The third society in the station is at BLANTYRE, which is a large mining village six or seven miles from Tollcross, and which is noted as being the early home of David Livingstone. The house in which Livingstone was reared still stands, and is an object of interest to visitors from all parts of the world, as the visitors’ book shows. The Mission at Blantyre was opened in April, 1893, and was the result of an appeal to the Rev. H. Jones on the part of three friends who felt the need of an evangelising agency in the neighbourhood of the colliery rows. One of these brethren, Bro. William Campbell, was the first Class Leader and a brother beloved until his death in 1898; another, Bro. W. Castle, an English Primitive Methodist, and now of Carlisle, was Society Steward until he removed from the district; the third, Bro. A. Hamill, is still connected with the cause he assisted to begin. The station officials readily responded to the appeal, and, without applying for aid from any Connexional fund, a hall was taken (on very advantageous terms from the Colliery manager, who was in hearty sympathy with us), and an evangelist was engaged from the Evangelists’ Home, Birmingham. Mr. W.T. Walker, who was sent down for three months, did good work, and was greatly appreciated by many. A society was soon formed, and the prospects were so bright at the end of Mr. Walker’s term that the Circuit determined to locate the incoming third preacher (Rev. T. Sowerby) at Blantyre instead of Tollcross, where his predecessor had resided. In his one year of service Mr. Sowerby won many friends, and left behind him not only 33 members, but a strong impression of his own high and Christly character. He was succeeded by the Rev. F.J. Sainty, who served his probation there, and under whom the membership rose to 75, while in every department God abundantly blessed His people. The Rev. E. Evans followed in 1898. His task was not an easy one, but he was able to finish his three years term in 1901 with a membership of 85 and a largely-increased balance in hand. During the past year the Rev. William Booth has very efficiently and acceptably ministered at Blantyre, and the friends there had made every preparation to retain him as an Approved List Minister on the expiry of his and their pledge, but the exigencies of stationing, to the general regret, demanded the altering of this arrangement. Mr. Booth carries with him to Fakenham the best wishes of his many friends. He has been succeeded by Rev J. Gorton, from the College, whom may God richly bless. One of the latest developments has been the purchase of a brass band (under specially easy circumstances) to assist in open-air work. We are delighted to note also that two of the young men of this church, Messrs. Peter Bryce and William Muir, were chosen by the Grimsby and Lincoln District Missionary Committee as the first evangelists in connection with their new Mission Van. We understand they have lately resigned the appointment, but in their year of service they have given a good account of themselves, and have reflected credit upon the Circuit to which they belong.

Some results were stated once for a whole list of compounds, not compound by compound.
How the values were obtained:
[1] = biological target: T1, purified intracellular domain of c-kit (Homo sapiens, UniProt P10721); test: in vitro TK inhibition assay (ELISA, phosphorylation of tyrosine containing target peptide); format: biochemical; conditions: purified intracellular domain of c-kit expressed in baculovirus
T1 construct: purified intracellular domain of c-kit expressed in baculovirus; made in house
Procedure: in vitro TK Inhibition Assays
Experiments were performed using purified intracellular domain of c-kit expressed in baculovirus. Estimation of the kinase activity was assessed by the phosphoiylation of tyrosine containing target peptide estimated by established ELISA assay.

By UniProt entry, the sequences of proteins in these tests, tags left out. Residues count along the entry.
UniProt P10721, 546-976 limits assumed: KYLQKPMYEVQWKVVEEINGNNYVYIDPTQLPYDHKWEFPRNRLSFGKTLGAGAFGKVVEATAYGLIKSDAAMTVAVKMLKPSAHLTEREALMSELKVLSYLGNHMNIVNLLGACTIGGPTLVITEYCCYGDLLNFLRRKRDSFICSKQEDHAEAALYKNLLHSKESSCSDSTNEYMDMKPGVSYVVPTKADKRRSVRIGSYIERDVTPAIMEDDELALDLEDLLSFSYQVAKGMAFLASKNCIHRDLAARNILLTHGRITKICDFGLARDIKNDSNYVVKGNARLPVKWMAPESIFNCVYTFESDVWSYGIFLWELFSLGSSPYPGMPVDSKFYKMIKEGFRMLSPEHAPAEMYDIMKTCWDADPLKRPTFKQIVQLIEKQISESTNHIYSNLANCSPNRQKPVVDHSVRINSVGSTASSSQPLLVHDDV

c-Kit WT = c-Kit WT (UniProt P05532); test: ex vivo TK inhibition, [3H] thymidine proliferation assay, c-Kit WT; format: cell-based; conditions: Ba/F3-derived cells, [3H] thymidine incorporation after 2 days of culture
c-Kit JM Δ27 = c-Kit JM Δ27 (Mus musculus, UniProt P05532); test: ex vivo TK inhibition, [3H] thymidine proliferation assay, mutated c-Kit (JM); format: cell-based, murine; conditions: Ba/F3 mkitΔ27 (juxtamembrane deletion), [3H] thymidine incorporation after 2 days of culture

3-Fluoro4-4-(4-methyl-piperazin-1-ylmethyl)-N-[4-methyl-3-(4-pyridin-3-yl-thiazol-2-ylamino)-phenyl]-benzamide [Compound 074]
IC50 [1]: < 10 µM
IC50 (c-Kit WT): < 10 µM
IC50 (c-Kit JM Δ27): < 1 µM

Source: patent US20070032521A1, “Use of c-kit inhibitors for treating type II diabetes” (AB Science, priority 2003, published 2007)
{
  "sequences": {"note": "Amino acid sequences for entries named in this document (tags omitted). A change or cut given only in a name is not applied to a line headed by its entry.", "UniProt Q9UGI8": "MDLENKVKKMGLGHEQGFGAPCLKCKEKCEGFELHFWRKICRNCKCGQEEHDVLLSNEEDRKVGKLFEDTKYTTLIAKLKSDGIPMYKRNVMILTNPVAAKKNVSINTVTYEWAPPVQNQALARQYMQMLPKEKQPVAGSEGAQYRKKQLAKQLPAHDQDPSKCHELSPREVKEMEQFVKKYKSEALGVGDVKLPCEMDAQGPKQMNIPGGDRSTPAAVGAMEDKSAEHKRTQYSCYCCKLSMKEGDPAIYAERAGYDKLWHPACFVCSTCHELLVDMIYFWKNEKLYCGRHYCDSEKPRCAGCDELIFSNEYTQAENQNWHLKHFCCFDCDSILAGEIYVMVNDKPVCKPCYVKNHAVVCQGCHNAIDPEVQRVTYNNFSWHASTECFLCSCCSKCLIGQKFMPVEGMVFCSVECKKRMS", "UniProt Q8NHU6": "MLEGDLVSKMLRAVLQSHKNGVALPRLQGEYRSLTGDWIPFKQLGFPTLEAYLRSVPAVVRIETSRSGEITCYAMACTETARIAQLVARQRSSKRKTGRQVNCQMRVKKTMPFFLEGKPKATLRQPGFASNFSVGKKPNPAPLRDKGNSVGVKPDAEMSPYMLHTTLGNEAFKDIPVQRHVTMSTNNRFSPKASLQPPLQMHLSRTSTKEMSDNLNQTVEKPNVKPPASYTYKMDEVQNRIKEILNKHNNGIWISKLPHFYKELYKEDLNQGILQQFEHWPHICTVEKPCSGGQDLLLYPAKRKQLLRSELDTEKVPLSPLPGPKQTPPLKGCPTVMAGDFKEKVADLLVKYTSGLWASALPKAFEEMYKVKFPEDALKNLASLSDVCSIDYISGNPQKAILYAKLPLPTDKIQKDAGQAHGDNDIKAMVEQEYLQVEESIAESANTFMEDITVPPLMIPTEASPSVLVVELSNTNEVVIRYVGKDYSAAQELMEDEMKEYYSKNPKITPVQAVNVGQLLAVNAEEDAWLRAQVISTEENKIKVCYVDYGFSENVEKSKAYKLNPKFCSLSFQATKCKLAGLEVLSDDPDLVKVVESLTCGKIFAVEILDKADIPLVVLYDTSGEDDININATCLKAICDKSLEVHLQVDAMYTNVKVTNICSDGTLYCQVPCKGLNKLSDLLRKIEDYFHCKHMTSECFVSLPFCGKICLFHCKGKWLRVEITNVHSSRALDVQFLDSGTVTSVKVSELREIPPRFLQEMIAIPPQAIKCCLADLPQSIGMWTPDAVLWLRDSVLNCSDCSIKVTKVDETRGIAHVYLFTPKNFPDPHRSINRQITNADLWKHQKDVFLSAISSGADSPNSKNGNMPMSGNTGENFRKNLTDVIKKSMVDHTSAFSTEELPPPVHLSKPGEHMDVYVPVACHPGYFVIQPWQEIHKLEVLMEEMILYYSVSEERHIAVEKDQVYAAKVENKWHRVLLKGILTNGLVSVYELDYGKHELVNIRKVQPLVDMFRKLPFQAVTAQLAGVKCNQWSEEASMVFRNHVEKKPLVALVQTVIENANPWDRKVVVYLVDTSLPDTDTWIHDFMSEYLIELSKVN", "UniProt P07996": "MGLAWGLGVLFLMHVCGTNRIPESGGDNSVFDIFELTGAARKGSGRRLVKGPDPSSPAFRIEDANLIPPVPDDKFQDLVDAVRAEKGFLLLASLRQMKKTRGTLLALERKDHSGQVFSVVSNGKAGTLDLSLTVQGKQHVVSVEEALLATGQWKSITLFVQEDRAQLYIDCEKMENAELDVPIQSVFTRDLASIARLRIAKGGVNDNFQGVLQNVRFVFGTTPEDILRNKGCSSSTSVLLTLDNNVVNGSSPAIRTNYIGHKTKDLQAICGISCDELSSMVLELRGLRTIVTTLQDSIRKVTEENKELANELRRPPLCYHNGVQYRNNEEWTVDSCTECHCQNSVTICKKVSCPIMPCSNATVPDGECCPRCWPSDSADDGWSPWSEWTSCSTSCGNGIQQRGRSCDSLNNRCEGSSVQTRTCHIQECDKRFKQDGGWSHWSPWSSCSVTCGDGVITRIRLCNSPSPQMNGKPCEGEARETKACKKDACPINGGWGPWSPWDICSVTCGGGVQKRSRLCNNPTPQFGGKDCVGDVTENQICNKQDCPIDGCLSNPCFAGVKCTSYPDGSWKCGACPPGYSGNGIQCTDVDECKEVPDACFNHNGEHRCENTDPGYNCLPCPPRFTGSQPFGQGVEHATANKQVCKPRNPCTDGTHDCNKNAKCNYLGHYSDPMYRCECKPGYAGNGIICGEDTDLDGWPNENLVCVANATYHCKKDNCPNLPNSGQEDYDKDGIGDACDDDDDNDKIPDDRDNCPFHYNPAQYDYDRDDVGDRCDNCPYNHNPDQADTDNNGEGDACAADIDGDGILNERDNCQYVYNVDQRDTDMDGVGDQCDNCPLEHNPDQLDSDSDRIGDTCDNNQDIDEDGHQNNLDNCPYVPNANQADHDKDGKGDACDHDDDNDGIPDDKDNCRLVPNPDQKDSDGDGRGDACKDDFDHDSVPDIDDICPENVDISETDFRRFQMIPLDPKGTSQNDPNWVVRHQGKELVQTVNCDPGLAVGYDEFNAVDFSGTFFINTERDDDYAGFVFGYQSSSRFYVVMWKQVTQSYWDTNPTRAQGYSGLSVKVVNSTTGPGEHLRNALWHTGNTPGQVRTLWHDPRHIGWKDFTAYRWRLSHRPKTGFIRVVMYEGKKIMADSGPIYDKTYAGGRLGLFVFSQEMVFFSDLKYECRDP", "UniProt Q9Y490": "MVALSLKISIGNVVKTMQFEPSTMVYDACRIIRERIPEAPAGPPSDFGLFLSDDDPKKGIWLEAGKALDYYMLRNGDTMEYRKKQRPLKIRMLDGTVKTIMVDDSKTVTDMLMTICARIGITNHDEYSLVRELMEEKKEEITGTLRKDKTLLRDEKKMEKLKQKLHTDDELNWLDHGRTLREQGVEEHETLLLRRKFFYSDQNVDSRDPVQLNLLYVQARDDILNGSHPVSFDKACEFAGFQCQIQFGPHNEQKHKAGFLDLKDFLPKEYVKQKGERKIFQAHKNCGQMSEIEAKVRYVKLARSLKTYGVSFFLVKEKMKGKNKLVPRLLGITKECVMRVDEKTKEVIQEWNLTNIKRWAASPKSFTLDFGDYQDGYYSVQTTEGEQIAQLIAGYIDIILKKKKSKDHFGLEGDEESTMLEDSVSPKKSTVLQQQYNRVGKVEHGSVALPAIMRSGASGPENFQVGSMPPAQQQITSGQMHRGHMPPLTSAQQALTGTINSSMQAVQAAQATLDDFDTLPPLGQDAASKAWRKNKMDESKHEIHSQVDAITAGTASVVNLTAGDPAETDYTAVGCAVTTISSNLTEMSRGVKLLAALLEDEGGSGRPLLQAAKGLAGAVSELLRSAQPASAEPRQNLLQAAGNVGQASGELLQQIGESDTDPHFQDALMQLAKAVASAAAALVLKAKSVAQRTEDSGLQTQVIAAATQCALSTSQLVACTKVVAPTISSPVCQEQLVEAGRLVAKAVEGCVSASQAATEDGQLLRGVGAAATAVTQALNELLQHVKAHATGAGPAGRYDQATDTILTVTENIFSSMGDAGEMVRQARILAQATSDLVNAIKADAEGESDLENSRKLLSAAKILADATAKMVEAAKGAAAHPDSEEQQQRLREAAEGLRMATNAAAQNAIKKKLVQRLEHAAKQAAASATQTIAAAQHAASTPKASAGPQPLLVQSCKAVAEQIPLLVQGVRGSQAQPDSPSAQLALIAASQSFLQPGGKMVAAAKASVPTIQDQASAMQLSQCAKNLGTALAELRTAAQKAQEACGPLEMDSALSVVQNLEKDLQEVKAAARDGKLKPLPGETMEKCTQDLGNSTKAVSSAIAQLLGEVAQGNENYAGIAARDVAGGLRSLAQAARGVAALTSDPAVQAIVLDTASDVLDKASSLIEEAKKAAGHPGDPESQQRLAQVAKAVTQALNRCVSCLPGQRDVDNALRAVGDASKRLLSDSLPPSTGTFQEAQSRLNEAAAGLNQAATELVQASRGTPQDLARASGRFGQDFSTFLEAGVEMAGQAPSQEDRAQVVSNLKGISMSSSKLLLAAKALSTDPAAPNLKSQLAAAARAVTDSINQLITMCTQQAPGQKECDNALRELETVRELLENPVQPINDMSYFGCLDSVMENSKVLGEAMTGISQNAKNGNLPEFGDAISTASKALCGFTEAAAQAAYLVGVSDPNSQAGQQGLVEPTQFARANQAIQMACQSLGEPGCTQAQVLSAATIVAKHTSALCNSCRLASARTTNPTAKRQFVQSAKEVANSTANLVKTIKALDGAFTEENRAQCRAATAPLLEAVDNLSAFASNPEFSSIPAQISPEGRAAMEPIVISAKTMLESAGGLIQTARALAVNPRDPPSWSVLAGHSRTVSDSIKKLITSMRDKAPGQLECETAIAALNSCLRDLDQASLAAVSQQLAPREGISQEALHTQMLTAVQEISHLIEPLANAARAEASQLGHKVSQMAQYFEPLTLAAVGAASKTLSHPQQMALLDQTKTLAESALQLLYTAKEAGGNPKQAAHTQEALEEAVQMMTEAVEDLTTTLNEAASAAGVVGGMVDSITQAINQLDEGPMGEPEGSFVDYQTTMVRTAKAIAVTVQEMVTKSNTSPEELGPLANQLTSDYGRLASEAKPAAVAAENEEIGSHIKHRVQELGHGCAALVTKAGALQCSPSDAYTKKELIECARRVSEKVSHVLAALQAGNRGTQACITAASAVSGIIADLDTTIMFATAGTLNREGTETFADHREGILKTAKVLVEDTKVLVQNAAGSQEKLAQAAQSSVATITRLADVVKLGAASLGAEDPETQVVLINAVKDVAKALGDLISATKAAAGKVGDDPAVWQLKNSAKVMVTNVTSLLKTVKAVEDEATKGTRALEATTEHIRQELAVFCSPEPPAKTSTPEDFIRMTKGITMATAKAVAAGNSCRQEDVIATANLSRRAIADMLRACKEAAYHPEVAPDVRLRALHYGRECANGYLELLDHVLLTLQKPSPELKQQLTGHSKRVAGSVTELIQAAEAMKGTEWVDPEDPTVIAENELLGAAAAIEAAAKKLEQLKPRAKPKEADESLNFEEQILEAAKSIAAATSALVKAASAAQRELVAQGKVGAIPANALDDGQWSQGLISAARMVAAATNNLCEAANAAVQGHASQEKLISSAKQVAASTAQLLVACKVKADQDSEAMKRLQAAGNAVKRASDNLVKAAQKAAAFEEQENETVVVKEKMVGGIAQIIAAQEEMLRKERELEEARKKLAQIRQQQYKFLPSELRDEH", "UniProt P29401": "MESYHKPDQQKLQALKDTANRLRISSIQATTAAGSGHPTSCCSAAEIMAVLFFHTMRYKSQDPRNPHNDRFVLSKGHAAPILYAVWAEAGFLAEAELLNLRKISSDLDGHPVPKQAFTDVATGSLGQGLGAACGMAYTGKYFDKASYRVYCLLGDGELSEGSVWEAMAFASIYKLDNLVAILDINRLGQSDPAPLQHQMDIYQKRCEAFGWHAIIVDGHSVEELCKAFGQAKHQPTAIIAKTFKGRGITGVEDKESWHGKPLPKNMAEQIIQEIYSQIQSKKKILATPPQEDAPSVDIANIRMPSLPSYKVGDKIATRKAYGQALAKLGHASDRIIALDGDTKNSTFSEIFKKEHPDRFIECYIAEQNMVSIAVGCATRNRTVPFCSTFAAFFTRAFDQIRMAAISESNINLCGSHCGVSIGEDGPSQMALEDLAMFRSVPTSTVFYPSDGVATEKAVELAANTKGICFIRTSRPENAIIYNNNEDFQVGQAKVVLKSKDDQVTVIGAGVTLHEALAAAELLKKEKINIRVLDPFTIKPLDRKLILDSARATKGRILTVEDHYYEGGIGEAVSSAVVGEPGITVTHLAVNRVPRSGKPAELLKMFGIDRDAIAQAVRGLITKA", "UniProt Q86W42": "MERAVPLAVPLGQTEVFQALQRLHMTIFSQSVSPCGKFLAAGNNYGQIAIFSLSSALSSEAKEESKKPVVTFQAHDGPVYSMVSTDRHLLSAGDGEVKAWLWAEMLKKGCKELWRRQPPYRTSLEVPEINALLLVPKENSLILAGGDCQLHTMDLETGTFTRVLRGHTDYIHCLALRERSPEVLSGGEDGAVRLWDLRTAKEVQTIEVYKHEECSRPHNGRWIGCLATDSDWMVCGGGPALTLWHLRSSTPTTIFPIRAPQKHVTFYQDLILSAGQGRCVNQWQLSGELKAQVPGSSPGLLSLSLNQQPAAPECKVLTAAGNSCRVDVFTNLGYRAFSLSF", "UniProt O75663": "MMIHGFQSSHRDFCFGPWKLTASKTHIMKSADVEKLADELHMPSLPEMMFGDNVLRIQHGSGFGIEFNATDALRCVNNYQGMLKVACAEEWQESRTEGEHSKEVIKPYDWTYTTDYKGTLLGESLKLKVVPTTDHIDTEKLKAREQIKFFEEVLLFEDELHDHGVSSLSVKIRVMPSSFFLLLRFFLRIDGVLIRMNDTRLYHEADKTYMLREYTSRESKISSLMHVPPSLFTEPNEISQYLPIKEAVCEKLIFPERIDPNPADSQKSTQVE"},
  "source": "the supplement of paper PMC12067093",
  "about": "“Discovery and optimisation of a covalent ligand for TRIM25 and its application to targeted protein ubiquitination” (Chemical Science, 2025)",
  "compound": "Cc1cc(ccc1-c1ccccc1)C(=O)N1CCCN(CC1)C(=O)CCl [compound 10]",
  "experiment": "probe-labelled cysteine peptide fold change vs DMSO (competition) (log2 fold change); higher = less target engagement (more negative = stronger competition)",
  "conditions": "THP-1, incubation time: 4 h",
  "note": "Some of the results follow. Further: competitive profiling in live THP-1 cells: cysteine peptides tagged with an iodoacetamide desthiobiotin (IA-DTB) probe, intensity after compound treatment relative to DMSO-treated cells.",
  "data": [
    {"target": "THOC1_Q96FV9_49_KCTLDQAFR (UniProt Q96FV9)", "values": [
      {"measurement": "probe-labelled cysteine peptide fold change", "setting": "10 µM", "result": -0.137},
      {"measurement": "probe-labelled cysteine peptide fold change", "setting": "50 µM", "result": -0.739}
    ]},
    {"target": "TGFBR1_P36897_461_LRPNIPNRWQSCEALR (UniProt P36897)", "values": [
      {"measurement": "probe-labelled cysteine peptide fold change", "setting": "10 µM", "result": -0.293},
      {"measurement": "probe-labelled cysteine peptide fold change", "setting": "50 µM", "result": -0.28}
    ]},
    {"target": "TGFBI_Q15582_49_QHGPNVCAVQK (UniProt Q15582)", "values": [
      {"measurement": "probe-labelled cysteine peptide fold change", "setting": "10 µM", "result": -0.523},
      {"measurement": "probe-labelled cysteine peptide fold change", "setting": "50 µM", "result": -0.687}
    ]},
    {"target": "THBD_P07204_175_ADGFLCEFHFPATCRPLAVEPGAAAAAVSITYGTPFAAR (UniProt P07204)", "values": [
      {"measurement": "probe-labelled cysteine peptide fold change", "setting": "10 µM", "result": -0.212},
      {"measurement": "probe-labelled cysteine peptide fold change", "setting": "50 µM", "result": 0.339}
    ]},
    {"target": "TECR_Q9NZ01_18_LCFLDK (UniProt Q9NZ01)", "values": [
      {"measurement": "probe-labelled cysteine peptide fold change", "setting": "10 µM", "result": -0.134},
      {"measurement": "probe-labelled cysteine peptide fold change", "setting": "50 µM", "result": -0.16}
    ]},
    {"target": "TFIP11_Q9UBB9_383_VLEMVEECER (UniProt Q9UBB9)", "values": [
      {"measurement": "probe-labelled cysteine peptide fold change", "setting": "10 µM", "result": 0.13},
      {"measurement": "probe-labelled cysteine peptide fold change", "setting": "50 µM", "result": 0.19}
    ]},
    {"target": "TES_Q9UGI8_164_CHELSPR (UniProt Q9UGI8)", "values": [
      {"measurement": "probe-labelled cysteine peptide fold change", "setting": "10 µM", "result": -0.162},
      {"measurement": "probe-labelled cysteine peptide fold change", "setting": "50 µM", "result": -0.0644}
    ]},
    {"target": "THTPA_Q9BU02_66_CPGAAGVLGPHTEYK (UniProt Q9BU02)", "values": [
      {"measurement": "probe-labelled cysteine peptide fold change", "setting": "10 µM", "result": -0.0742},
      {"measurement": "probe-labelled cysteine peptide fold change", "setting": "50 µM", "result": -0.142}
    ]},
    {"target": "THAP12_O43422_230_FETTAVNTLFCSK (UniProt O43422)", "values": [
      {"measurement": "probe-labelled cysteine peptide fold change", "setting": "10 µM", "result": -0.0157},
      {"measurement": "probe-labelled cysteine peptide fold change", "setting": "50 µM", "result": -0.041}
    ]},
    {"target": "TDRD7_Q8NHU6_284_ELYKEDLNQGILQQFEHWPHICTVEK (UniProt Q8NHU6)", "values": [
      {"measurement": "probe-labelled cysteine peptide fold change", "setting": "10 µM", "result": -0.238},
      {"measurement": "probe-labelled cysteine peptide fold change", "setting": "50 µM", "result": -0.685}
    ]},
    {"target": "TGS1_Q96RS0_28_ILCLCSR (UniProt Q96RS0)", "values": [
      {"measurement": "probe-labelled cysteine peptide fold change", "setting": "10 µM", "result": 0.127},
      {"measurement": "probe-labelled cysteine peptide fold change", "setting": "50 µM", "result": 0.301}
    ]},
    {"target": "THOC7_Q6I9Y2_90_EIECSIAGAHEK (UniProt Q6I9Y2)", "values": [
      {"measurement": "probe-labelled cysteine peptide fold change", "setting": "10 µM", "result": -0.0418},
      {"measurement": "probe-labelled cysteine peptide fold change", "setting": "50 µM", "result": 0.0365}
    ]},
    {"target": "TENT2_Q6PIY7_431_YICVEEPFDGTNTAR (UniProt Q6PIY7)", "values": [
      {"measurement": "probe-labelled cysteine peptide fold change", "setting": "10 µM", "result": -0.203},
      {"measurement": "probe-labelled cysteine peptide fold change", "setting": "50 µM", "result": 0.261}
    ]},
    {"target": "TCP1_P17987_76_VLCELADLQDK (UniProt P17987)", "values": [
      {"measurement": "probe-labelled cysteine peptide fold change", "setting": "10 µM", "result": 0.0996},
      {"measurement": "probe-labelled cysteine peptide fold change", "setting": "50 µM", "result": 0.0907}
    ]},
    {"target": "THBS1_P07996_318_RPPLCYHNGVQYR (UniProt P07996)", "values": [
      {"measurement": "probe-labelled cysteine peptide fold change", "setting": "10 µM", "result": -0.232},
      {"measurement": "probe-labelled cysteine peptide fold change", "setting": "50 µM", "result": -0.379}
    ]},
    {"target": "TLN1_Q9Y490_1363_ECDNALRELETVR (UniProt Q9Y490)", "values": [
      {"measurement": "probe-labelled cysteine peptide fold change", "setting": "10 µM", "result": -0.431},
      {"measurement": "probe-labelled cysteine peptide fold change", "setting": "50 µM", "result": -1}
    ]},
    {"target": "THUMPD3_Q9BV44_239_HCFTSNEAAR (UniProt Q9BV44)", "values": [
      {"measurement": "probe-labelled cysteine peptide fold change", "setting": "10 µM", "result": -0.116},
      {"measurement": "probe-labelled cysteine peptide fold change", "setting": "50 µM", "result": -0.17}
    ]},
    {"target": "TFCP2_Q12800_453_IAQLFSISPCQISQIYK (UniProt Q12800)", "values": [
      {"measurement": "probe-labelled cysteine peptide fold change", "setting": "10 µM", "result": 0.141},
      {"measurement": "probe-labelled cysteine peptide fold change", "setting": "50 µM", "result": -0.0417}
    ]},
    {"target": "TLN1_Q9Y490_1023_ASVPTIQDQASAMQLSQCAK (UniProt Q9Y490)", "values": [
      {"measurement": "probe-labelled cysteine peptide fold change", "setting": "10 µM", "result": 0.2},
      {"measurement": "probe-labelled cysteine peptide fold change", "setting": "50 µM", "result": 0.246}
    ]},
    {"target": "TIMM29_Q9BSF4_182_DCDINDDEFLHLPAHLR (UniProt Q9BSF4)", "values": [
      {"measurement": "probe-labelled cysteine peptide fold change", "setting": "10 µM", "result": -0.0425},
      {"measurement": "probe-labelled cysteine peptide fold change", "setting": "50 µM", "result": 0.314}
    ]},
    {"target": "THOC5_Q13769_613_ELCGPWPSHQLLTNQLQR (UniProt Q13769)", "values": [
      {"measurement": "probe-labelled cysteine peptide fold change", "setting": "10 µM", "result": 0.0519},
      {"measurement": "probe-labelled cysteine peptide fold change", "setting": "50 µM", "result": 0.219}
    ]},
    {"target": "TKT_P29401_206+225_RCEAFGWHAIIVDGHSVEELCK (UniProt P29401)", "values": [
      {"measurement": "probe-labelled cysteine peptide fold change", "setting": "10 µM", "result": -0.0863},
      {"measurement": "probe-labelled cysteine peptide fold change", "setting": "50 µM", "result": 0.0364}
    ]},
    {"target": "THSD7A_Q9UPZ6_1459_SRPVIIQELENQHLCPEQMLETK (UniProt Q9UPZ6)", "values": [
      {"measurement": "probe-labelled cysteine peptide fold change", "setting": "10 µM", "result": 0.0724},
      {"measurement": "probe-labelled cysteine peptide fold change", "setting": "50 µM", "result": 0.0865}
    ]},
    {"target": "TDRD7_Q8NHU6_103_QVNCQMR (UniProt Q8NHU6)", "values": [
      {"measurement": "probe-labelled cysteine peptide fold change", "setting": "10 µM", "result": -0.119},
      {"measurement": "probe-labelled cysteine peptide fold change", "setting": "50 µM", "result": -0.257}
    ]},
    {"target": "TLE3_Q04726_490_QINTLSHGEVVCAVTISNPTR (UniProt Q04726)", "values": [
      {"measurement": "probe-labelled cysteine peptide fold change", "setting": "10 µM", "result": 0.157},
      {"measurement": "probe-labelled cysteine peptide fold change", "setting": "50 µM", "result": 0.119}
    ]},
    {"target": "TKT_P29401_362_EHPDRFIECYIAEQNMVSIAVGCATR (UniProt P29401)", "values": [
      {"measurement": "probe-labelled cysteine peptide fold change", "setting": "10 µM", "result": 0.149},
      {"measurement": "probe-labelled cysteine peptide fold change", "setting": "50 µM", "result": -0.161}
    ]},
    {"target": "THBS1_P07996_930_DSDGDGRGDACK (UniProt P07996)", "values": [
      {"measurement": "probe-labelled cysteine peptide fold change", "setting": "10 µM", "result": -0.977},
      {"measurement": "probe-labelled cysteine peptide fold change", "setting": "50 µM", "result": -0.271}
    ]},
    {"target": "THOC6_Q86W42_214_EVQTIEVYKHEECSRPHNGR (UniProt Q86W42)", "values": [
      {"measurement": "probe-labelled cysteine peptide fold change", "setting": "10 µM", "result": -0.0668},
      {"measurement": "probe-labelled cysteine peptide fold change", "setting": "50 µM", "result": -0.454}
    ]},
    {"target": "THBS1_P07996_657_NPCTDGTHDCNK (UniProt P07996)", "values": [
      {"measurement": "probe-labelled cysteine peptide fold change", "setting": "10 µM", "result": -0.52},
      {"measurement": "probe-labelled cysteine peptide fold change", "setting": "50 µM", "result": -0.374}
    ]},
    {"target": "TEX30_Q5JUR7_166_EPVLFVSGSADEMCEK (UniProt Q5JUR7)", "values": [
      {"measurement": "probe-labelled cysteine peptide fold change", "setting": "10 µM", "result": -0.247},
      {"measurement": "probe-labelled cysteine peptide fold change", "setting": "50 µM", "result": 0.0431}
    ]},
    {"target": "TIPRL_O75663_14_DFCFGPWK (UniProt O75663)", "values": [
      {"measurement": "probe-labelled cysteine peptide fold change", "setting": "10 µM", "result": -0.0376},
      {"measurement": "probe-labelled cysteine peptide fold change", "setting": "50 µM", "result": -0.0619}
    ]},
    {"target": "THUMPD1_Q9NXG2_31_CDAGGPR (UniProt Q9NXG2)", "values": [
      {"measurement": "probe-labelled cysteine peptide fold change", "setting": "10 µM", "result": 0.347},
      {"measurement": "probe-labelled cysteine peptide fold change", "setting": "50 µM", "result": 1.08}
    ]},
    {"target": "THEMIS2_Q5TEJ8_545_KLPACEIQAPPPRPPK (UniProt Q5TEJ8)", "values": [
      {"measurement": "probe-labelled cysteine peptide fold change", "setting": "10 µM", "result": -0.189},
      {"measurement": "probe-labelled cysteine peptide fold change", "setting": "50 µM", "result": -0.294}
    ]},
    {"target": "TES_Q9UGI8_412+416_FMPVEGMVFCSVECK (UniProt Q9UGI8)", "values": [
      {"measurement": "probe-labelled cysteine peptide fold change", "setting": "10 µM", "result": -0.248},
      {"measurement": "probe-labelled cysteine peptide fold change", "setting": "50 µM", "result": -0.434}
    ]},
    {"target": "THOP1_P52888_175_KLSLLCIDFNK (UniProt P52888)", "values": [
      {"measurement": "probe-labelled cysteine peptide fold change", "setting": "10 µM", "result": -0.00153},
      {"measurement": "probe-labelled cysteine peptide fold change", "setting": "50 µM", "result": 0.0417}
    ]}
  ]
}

Blantyre, itself an example of successful missionary work, has missioned on its own account. At BURNBANK, two miles distant, where there had been a class meeting and a Y.P.S.C.E. for sometime, a hall has lately been taken, regular services appointed, and an evangelist engaged to superintend the mission. We anticipate that by the time this reaches our readers the foundation of a School Hall will have been laid in connection with this promising cause.
The Glasgow II. Station reported to the last Conference 337 members, notwithstanding the fact that it gave 103 members in 1901 to form the Glasgow IV. Station at Shettleston. The rise and progress of Shettleston, an off-shoot of the old Tollcross Station, is another tale, and one which cannot be entered into here. We trust that the station of which this article treats will continue to be (as it is) famed in the District for its aggression and its enterprise. It has had a splendid history, and its best days need not be regarded as in the past. There is still much land to be possessed, and still the victory is to the faithful and the courageous. “The people that do know their God shall be strong and do exploits.”
Christian Messenger 1902/258